development of Pennsylvania’s State Plan for its implementation, which will be submitted to the U.S. Department of Education in 2017.  Feedback is important to PDE; to provide the best avenue for public comment as well as provide an opportunity for those who cannot attend an event, members of the community are encouraged to review materials and offer comments at http://www.education.pa.gov/Pages/tour.aspx#tab-1
Upcoming Public Events:
Wednesday, January 4- Quakertown- 5:30 pm- Bucks County Free Library
Bucks County Free Library Quakertown Branch
401 West Mill Street Quakertown, PA  18951
Tuesday, January 10- Scranton- 4:00 pm- Career Technology Center of Lackawanna County
Career Technology Center of Lackawanna County
3201 Rockwell Avenue Scranton, PA  18508

“The “Success Starts Here” campaign is a multi-year statewide effort to share the positive news about public education through advertising, web, social media, traditional media and word-of-mouth with the goal of raising understanding of the value of public education in Pennsylvania. The campaign is led by the Pennsylvania School Boards Association, but relies on the support of a wide variety of participating organizations.”
Share Your School’s Story: Success Starts Here Needs You!
Success Starts Here needs you! Show your support by sharing stories, using social media and applying window clings to all of your school buildings. Below are some links to resources to help you help us.
Not sure where to start? This simple tool kit will provide to you everything you need to get involved in the campaign, including ways to work with the media, social media tips, a campaign article to post, downloadable campaign logos, and photo release forms.
We know you have great stories, and it’s easy to share them! Just use our simple form to send your success story to be featured on our website. Help spread the word about how Success Starts Here in today’s public schools.
All school entities have been sent a supply of window clings for school building entrances. Need more? No problem! Just complete the online order form and more will quickly be on their way to you.

PSBA Virtual New School Director Training, Part 1
JAN 4, 2017 • 6:30 PM - 9:00 PM
The job of a school board director is challenging.  Changing laws, policies, and pressures from your community make serving on your school board demanding, yet rewarding at the same time.  Most school directors – even those with many years of experience – say that PSBA training is one of the most important and valuable things they have done in order to understand their roles and responsibilities.  If you are a new school board director and didn’t have the opportunity to attend one of PSBA’s live New School Director Training events, you can now attend via your computer, either by yourself from your home or office, or with a group of other school directors.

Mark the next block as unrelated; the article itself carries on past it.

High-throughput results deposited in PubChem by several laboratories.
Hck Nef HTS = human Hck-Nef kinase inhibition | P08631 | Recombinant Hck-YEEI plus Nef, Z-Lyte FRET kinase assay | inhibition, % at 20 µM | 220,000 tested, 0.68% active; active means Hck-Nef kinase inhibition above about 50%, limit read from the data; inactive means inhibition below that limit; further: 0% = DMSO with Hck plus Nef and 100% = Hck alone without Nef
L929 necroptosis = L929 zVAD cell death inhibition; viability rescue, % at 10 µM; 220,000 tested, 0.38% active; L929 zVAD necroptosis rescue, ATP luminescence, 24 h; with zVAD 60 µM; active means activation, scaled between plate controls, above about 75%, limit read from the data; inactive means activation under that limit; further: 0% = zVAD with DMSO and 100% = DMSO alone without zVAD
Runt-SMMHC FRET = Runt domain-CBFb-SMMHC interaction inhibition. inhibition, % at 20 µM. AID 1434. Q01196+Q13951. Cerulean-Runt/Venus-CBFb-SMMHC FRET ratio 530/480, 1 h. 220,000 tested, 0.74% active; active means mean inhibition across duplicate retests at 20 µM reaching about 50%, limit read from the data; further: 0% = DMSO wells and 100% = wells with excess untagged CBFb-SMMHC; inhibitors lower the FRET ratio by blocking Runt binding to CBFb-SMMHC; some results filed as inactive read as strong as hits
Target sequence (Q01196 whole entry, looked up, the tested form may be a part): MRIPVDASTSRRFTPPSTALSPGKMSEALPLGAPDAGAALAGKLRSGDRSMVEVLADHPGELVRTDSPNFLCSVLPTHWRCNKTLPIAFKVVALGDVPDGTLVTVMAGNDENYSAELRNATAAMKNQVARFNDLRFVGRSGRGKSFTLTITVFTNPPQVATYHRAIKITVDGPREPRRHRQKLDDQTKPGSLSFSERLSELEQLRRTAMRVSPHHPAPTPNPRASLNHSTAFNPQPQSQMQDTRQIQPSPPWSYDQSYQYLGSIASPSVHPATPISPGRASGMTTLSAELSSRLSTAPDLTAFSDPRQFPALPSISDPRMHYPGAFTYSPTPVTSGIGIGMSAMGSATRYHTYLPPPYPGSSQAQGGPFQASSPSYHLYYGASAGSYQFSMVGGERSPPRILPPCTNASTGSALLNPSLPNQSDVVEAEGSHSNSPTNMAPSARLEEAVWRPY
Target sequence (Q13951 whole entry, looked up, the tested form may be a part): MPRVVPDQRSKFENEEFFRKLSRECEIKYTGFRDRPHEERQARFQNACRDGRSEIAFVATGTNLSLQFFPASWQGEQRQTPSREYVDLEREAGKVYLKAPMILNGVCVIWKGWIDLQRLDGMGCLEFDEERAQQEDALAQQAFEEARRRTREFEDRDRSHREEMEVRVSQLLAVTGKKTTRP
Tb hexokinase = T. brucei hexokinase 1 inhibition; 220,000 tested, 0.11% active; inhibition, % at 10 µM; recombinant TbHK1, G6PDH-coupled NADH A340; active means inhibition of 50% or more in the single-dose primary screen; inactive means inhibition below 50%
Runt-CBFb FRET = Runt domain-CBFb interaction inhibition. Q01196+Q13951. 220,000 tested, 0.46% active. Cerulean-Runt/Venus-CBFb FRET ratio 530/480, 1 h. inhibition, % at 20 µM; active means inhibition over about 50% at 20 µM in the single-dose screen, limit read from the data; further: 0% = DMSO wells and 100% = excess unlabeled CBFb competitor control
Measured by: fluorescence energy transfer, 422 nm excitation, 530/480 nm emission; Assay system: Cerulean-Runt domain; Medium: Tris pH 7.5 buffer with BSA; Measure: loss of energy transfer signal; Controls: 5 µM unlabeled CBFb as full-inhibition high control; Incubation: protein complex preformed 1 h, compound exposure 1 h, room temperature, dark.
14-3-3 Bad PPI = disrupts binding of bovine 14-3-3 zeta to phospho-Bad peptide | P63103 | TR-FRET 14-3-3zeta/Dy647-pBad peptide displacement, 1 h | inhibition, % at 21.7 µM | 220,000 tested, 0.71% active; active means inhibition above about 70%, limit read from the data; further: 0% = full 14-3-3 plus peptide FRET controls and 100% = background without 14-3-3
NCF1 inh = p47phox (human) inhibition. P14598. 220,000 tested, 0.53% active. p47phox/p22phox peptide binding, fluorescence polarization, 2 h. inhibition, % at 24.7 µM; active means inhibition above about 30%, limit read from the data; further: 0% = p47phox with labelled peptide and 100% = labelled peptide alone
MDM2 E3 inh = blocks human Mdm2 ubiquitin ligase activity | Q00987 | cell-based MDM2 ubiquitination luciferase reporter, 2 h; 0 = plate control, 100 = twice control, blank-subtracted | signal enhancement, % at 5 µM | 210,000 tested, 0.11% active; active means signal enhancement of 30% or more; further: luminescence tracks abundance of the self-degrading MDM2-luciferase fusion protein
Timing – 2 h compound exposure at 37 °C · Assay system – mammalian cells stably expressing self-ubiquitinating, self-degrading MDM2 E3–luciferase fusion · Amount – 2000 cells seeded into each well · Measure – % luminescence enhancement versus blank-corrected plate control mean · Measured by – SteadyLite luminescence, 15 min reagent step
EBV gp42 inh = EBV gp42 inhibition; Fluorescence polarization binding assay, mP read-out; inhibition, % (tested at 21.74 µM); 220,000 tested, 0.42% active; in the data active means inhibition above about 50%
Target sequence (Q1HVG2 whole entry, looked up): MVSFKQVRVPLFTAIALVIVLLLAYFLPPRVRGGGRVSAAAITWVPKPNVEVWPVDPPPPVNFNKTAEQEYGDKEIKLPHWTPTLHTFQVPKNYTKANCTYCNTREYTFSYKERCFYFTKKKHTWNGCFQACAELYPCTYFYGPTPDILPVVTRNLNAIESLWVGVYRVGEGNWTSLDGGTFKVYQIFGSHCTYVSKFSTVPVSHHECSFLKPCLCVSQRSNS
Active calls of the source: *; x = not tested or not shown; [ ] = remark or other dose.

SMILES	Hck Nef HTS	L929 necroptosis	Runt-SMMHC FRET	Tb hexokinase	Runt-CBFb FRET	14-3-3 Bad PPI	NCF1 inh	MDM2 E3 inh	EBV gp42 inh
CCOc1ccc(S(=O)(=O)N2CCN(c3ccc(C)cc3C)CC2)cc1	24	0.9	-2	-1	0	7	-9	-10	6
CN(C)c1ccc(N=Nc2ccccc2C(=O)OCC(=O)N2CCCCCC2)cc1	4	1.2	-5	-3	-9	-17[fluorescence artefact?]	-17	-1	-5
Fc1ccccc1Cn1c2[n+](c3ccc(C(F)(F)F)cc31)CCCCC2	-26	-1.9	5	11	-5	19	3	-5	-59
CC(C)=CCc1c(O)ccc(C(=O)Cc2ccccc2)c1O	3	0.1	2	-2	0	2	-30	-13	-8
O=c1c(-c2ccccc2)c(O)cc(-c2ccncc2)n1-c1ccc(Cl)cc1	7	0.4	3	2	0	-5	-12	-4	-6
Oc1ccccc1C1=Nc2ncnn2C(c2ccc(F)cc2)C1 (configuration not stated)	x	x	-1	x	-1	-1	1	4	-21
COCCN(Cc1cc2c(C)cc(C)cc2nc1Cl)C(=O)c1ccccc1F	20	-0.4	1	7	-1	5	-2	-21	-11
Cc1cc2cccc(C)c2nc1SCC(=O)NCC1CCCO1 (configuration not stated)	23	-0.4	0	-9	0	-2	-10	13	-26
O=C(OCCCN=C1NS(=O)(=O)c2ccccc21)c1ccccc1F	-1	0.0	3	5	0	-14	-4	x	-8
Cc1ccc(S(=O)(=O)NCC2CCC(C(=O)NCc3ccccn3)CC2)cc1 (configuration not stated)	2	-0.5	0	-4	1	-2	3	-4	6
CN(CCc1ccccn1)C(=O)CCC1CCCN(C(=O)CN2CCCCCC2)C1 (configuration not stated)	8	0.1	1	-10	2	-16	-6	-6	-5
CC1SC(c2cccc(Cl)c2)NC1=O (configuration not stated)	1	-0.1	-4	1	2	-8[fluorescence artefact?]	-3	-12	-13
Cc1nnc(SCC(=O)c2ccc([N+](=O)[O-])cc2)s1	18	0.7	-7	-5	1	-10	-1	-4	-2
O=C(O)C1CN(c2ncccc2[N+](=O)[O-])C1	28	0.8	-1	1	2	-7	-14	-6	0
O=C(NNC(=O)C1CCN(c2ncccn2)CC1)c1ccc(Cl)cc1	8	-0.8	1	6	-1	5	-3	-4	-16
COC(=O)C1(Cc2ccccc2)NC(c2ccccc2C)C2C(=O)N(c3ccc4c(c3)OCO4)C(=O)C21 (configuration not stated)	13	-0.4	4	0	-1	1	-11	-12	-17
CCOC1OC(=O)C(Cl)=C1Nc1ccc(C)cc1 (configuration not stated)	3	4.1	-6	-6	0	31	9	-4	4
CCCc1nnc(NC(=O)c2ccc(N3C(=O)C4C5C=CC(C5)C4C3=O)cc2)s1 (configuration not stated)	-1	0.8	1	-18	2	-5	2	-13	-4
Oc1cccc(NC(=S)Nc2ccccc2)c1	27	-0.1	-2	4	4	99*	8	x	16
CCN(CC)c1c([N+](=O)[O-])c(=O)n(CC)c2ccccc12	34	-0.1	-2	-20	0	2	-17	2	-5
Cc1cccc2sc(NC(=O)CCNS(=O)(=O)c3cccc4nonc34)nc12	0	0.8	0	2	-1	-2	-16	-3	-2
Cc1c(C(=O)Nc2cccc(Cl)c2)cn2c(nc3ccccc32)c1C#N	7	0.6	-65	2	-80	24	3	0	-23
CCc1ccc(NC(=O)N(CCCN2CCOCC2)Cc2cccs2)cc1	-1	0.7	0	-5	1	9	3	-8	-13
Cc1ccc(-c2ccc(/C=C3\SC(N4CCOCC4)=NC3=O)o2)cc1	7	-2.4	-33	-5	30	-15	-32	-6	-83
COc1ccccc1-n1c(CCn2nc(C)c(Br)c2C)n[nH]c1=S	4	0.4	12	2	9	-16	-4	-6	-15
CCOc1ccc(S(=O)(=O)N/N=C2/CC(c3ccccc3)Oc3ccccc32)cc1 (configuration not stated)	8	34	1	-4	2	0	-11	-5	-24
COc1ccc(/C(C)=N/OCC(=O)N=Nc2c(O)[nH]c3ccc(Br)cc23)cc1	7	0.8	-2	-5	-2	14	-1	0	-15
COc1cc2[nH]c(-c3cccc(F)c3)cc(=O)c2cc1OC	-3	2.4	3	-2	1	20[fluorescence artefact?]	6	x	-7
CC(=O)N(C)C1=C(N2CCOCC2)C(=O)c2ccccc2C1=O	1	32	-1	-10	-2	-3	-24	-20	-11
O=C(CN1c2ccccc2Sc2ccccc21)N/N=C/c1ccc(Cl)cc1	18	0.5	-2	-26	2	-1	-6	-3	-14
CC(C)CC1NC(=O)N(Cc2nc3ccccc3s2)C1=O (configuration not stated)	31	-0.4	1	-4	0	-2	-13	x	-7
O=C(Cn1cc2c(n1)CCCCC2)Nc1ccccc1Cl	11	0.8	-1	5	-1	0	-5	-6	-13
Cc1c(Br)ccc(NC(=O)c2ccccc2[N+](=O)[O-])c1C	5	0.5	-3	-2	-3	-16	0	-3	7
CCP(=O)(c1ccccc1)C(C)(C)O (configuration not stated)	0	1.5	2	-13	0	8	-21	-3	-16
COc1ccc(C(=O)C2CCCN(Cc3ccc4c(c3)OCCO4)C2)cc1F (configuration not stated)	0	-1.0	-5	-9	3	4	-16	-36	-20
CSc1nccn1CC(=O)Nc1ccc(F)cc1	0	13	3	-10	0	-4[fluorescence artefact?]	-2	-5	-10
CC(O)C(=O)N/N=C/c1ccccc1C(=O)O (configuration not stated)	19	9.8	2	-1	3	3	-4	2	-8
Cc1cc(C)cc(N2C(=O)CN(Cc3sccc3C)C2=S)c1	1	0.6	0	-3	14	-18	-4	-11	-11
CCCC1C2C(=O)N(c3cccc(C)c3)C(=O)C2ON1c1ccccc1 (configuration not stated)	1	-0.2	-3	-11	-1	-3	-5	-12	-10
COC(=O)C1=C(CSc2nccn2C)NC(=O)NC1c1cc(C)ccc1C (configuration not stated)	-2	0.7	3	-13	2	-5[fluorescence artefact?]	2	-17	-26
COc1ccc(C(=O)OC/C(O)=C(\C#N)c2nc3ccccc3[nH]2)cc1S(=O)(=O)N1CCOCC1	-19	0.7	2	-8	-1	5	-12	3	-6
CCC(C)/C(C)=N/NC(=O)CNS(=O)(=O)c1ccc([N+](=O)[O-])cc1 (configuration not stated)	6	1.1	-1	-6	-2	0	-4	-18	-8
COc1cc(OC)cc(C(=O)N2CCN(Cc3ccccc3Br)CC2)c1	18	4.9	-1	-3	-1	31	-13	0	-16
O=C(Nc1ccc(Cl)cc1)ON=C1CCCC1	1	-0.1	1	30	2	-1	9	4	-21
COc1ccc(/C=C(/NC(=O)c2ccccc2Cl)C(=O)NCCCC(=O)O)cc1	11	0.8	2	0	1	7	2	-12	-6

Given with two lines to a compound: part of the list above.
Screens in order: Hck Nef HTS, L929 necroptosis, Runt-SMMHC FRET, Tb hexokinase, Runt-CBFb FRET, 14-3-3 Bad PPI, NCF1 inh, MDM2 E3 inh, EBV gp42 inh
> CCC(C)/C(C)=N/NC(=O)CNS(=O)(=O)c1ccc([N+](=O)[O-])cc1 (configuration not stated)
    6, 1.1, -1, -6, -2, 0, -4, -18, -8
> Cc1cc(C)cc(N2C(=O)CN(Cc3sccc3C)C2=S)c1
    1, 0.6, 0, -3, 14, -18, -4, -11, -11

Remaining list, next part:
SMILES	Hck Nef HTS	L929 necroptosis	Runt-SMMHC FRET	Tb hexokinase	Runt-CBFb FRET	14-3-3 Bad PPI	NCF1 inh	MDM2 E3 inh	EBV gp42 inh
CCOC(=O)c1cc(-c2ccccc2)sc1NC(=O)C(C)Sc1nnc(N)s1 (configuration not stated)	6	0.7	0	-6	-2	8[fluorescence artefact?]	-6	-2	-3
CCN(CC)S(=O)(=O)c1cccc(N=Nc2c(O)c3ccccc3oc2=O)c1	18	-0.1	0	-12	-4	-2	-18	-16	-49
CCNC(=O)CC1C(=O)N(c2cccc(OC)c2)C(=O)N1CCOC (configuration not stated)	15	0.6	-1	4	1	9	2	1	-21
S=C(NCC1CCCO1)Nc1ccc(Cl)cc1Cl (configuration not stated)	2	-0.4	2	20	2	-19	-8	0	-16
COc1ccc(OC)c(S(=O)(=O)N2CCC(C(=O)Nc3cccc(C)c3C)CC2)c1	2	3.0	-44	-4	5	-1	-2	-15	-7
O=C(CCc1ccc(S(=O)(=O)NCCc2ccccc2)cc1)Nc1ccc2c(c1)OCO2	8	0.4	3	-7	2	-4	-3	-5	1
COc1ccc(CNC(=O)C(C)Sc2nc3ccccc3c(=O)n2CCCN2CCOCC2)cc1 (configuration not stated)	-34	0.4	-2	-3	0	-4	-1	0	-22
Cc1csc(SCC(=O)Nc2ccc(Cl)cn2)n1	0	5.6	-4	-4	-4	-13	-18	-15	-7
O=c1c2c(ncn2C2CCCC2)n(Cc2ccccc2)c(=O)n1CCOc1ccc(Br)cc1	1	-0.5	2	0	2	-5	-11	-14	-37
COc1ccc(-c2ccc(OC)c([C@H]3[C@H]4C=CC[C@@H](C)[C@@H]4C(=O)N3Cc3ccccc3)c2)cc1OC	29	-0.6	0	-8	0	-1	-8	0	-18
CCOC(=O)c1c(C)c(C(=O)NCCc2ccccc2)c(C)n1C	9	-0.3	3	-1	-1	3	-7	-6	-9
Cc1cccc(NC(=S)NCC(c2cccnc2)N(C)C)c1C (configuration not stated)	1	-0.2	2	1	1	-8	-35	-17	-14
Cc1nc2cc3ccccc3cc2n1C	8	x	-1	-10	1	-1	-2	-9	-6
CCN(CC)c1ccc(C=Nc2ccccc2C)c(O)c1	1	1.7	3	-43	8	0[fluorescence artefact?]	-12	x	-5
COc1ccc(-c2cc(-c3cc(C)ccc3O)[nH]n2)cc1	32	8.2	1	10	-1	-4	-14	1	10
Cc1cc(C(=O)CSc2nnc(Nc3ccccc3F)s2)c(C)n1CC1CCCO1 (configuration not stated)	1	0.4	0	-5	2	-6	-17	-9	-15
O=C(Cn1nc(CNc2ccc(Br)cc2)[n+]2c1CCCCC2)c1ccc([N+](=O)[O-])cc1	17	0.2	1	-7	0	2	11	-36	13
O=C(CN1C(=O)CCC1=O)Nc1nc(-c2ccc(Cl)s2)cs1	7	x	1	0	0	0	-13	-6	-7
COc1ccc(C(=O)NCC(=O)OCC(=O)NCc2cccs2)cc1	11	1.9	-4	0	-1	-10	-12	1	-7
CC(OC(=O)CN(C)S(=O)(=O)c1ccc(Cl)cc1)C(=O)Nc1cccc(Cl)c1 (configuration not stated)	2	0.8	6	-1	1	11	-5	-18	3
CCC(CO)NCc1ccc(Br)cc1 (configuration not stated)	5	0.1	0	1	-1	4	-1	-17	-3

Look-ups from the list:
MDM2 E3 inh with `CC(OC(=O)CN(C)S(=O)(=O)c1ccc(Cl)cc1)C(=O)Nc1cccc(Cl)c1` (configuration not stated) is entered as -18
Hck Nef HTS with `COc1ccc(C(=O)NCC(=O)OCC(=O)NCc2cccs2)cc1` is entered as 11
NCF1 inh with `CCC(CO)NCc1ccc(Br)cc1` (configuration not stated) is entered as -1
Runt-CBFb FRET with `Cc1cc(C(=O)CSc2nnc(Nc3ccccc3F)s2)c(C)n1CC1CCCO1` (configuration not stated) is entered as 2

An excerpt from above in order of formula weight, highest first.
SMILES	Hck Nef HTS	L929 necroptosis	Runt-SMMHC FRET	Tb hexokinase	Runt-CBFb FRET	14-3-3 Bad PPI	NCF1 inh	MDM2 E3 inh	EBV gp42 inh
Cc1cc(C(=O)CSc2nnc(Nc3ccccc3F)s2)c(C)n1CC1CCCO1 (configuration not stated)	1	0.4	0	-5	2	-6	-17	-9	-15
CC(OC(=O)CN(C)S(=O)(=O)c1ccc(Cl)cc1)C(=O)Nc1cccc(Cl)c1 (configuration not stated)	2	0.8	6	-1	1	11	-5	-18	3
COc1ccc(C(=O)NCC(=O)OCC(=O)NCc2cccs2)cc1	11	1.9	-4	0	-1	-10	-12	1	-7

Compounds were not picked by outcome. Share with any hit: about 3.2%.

This is the same New School Director Training content we offer in a live classroom format, but adjusted for virtual training.
Part 1
·         Role and responsibilities of the school board director.
·         How to work with PSBA’s member services team.
·         Your role as an advocate for public education.
·         The school board’s role in policy.
(See also: Part 2, Jan. 11Part 3, Jan. 18)
Fee: $149 per person includes all three programs. Materials may be downloaded free, or $25 for materials to be mailed to your home (log in to the Members Area and purchase through the Store/Registration link).
Register online: https://attendee.gotowebinar.com/register/6607237329490796034

PSBA Third Annual Board Presidents Day
JAN 28, 2017 • 8:00 AM - 3:00 PM Nine Locations Statewide
Jan. 28, 2017 (Snow date: Feb. 11, 2017)
Calling all school board presidents, vice-presidents, and superintendents — Join us for the 3rd Annual PSBA Board Presidents Day held at nine convenient locations around the state.
This is a day of meeting fellow board members from your area and taking part in thought-provoking dialogue about the issues every board faces.  PSBA Past President Kathy Swope will start things off with an engaging presentation based on her years as board president at the Lewistown Area School District.  Bring your own scenarios to this event to gain perspective from other districts.  Cost: $109 per person – includes registration, lunch and materials. All-Access Package applies.  Register online by logging in to the Members Area (see the Store/Registration link to view open event registrations, https://www.psba.org/members-area/store-registration/)

NSBA Advocacy Institute 2017 -- Jan. 29-31, Washington, D.C.
Join school directors around the country at the conference designed to give you the tools to advocate successfully on behalf of public education.
  • NSBA will help you develop a winning advocacy strategy to help you in Washington, D.C. and at home.
  • Attend timely and topical breakout sessions lead by NSBA’s knowledgeable staff and outside experts.
  • Expand your advocacy network by swapping best practices, challenges, and successes with other school board members from across the country.
This event is open to members of the Federal Relations Network. To find out how you can join, contact Jamie.Zuvich@psba.org. Learn more about the Advocacy Institute at https://www.nsba.org/events/advocacy-institute.

Register now for the 2017 NSBA Annual Conference 
Plan to join public education leaders for networking and learning at the 2017 NSBA Annual Conference, March 25-27 in Denver, CO. General registration is now open at https://www.nsba.org/conference/registration. A conference schedule, including pre-conference workshops, is available on the NSBA website.

SAVE THE DATE LWVPA Convention 2017 June 1-4, 2017
Join the League of Women Voters of PA for our 2017 Biennial Convention at the beautiful Inn at Pocono Manor!

Lawrence A. Feinberg
Keystone State Education Coalition
Follow us on Twitter at @lfeinberg
The Keystone State Education Coalition is pleased to be listed among the friends and allies of The Network for Public EducationAre you a member?
The Keystone State Education Coalition is an endorsing member of The Campaign for Fair Education Funding

The Keystone State Education Coalition is an endorsing member of Fair Districts PA, Working to Ensure Fair Districts & Fair Elections for Every PA Voter